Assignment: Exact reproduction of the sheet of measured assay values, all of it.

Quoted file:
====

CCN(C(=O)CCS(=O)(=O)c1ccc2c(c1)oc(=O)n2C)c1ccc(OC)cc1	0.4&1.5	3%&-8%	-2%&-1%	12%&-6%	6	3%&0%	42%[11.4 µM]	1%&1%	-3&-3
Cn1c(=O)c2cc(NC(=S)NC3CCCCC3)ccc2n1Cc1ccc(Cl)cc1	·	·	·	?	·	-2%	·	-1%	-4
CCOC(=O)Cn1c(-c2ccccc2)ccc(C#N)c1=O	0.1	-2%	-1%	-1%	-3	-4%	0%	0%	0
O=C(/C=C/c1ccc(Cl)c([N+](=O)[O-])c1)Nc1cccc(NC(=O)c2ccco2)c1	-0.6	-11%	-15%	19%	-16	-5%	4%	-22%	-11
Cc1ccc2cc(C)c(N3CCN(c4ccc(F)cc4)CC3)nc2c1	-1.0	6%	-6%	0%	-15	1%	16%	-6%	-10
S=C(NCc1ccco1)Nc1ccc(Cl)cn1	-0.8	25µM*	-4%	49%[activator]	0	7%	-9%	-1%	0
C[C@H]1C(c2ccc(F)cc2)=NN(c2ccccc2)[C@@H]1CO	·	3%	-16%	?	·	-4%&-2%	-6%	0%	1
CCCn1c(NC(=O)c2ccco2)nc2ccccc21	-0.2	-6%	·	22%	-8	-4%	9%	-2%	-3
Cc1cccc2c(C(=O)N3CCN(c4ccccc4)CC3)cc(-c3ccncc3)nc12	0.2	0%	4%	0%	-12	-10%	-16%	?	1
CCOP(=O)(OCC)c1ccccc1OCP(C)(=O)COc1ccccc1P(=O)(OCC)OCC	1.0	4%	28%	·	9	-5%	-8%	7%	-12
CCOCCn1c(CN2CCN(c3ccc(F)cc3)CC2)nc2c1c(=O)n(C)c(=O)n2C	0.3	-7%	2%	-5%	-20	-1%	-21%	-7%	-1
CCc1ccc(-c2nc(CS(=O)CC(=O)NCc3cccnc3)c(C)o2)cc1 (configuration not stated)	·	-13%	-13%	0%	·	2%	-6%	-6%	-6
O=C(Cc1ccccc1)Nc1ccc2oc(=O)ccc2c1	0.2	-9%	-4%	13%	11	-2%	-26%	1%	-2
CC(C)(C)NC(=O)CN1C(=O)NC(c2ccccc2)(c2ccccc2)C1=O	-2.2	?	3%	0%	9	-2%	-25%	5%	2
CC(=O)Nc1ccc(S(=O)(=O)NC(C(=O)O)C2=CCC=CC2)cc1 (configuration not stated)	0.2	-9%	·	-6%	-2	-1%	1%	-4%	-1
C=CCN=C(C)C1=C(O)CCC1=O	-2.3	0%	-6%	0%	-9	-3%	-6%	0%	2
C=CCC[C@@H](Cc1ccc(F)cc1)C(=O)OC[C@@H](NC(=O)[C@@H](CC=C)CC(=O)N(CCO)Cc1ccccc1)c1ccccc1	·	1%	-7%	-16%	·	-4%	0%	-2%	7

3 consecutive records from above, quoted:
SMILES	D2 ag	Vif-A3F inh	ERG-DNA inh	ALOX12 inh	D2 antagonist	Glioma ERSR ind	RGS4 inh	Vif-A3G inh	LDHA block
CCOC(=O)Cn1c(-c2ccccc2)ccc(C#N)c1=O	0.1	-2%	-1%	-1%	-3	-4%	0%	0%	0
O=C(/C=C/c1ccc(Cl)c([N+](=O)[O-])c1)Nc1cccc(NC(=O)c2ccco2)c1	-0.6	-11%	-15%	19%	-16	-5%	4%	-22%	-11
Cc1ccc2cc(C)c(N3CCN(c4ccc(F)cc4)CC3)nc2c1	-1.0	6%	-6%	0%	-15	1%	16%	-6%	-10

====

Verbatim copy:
CCN(C(=O)CCS(=O)(=O)c1ccc2c(c1)oc(=O)n2C)c1ccc(OC)cc1	0.4&1.5	3%&-8%	-2%&-1%	12%&-6%	6	3%&0%	42%[11.4 µM]	1%&1%	-3&-3
Cn1c(=O)c2cc(NC(=S)NC3CCCCC3)ccc2n1Cc1ccc(Cl)cc1	·	·	·	?	·	-2%	·	-1%	-4
CCOC(=O)Cn1c(-c2ccccc2)ccc(C#N)c1=O	0.1	-2%	-1%	-1%	-3	-4%	0%	0%	0
O=C(/C=C/c1ccc(Cl)c([N+](=O)[O-])c1)Nc1cccc(NC(=O)c2ccco2)c1	-0.6	-11%	-15%	19%	-16	-5%	4%	-22%	-11
Cc1ccc2cc(C)c(N3CCN(c4ccc(F)cc4)CC3)nc2c1	-1.0	6%	-6%	0%	-15	1%	16%	-6%	-10
S=C(NCc1ccco1)Nc1ccc(Cl)cn1	-0.8	25µM*	-4%	49%[activator]	0	7%	-9%	-1%	0
C[C@H]1C(c2ccc(F)cc2)=NN(c2ccccc2)[C@@H]1CO	·	3%	-16%	?	·	-4%&-2%	-6%	0%	1
CCCn1c(NC(=O)c2ccco2)nc2ccccc21	-0.2	-6%	·	22%	-8	-4%	9%	-2%	-3
Cc1cccc2c(C(=O)N3CCN(c4ccccc4)CC3)cc(-c3ccncc3)nc12	0.2	0%	4%	0%	-12	-10%	-16%	?	1
CCOP(=O)(OCC)c1ccccc1OCP(C)(=O)COc1ccccc1P(=O)(OCC)OCC	1.0	4%	28%	·	9	-5%	-8%	7%	-12
CCOCCn1c(CN2CCN(c3ccc(F)cc3)CC2)nc2c1c(=O)n(C)c(=O)n2C	0.3	-7%	2%	-5%	-20	-1%	-21%	-7%	-1
CCc1ccc(-c2nc(CS(=O)CC(=O)NCc3cccnc3)c(C)o2)cc1 (configuration not stated)	·	-13%	-13%	0%	·	2%	-6%	-6%	-6
O=C(Cc1ccccc1)Nc1ccc2oc(=O)ccc2c1	0.2	-9%	-4%	13%	11	-2%	-26%	1%	-2
CC(C)(C)NC(=O)CN1C(=O)NC(c2ccccc2)(c2ccccc2)C1=O	-2.2	?	3%	0%	9	-2%	-25%	5%	2
CC(=O)Nc1ccc(S(=O)(=O)NC(C(=O)O)C2=CCC=CC2)cc1 (configuration not stated)	0.2	-9%	·	-6%	-2	-1%	1%	-4%	-1
C=CCN=C(C)C1=C(O)CCC1=O	-2.3	0%	-6%	0%	-9	-3%	-6%	0%	2
C=CCC[C@@H](Cc1ccc(F)cc1)C(=O)OC[C@@H](NC(=O)[C@@H](CC=C)CC(=O)N(CCO)Cc1ccccc1)c1ccccc1	·	1%	-7%	-16%	·	-4%	0%	-2%	7

3 consecutive records from above, quoted:
SMILES	D2 ag	Vif-A3F inh	ERG-DNA inh	ALOX12 inh	D2 antagonist	Glioma ERSR ind	RGS4 inh	Vif-A3G inh	LDHA block
CCOC(=O)Cn1c(-c2ccccc2)ccc(C#N)c1=O	0.1	-2%	-1%	-1%	-3	-4%	0%	0%	0
O=C(/C=C/c1ccc(Cl)c([N+](=O)[O-])c1)Nc1cccc(NC(=O)c2ccco2)c1	-0.6	-11%	-15%	19%	-16	-5%	4%	-22%	-11
Cc1ccc2cc(C)c(N3CCN(c4ccc(F)cc4)CC3)nc2c1	-1.0	6%	-6%	0%	-15	1%	16%	-6%	-10